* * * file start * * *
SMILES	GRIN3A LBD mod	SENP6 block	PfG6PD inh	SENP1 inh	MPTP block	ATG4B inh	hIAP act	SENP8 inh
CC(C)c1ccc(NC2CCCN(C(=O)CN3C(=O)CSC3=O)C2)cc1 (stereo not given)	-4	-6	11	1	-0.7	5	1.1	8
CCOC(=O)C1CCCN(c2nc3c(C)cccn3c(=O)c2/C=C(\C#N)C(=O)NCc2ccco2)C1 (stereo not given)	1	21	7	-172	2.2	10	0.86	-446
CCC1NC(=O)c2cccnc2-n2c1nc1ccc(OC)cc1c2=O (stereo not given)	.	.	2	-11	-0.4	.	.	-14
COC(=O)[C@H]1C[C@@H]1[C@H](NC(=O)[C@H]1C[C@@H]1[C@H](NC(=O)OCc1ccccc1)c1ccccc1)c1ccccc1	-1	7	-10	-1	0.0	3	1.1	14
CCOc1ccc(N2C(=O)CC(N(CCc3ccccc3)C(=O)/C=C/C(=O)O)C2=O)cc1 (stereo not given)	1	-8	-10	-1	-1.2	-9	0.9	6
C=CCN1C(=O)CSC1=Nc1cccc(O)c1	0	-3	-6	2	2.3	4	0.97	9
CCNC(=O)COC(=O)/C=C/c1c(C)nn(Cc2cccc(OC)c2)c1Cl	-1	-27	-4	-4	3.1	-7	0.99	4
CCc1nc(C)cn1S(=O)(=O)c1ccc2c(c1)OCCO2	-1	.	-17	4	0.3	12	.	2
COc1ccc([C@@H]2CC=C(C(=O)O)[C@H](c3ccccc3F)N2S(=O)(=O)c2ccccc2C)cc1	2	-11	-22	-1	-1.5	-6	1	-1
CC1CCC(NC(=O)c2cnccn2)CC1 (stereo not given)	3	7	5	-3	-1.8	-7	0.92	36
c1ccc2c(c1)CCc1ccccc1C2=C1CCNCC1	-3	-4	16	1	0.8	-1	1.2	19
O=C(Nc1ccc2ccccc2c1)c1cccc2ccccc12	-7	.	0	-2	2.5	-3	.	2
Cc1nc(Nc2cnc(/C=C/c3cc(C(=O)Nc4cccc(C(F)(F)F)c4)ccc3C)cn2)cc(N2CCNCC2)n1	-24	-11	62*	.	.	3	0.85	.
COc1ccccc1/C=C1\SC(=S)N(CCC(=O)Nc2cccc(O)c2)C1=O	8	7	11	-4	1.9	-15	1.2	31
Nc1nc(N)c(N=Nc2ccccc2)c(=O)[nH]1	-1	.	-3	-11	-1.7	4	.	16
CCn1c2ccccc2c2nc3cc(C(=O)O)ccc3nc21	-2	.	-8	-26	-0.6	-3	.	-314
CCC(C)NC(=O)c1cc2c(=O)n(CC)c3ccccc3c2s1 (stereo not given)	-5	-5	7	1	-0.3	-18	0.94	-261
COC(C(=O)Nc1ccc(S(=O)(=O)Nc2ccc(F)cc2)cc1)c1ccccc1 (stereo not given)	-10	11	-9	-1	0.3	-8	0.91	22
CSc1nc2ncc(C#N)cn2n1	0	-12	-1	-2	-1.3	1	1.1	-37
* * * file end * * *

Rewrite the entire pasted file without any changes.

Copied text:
SMILES	GRIN3A LBD mod	SENP6 block	PfG6PD inh	SENP1 inh	MPTP block	ATG4B inh	hIAP act	SENP8 inh
CC(C)c1ccc(NC2CCCN(C(=O)CN3C(=O)CSC3=O)C2)cc1 (stereo not given)	-4	-6	11	1	-0.7	5	1.1	8
CCOC(=O)C1CCCN(c2nc3c(C)cccn3c(=O)c2/C=C(\C#N)C(=O)NCc2ccco2)C1 (stereo not given)	1	21	7	-172	2.2	10	0.86	-446
CCC1NC(=O)c2cccnc2-n2c1nc1ccc(OC)cc1c2=O (stereo not given)	.	.	2	-11	-0.4	.	.	-14
COC(=O)[C@H]1C[C@@H]1[C@H](NC(=O)[C@H]1C[C@@H]1[C@H](NC(=O)OCc1ccccc1)c1ccccc1)c1ccccc1	-1	7	-10	-1	0.0	3	1.1	14
CCOc1ccc(N2C(=O)CC(N(CCc3ccccc3)C(=O)/C=C/C(=O)O)C2=O)cc1 (stereo not given)	1	-8	-10	-1	-1.2	-9	0.9	6
C=CCN1C(=O)CSC1=Nc1cccc(O)c1	0	-3	-6	2	2.3	4	0.97	9
CCNC(=O)COC(=O)/C=C/c1c(C)nn(Cc2cccc(OC)c2)c1Cl	-1	-27	-4	-4	3.1	-7	0.99	4
CCc1nc(C)cn1S(=O)(=O)c1ccc2c(c1)OCCO2	-1	.	-17	4	0.3	12	.	2
COc1ccc([C@@H]2CC=C(C(=O)O)[C@H](c3ccccc3F)N2S(=O)(=O)c2ccccc2C)cc1	2	-11	-22	-1	-1.5	-6	1	-1
CC1CCC(NC(=O)c2cnccn2)CC1 (stereo not given)	3	7	5	-3	-1.8	-7	0.92	36
c1ccc2c(c1)CCc1ccccc1C2=C1CCNCC1	-3	-4	16	1	0.8	-1	1.2	19
O=C(Nc1ccc2ccccc2c1)c1cccc2ccccc12	-7	.	0	-2	2.5	-3	.	2
Cc1nc(Nc2cnc(/C=C/c3cc(C(=O)Nc4cccc(C(F)(F)F)c4)ccc3C)cn2)cc(N2CCNCC2)n1	-24	-11	62*	.	.	3	0.85	.
COc1ccccc1/C=C1\SC(=S)N(CCC(=O)Nc2cccc(O)c2)C1=O	8	7	11	-4	1.9	-15	1.2	31
Nc1nc(N)c(N=Nc2ccccc2)c(=O)[nH]1	-1	.	-3	-11	-1.7	4	.	16
CCn1c2ccccc2c2nc3cc(C(=O)O)ccc3nc21	-2	.	-8	-26	-0.6	-3	.	-314
CCC(C)NC(=O)c1cc2c(=O)n(CC)c3ccccc3c2s1 (stereo not given)	-5	-5	7	1	-0.3	-18	0.94	-261
COC(C(=O)Nc1ccc(S(=O)(=O)Nc2ccc(F)cc2)cc1)c1ccccc1 (stereo not given)	-10	11	-9	-1	0.3	-8	0.91	22
CSc1nc2ncc(C#N)cn2n1	0	-12	-1	-2	-1.3	1	1.1	-37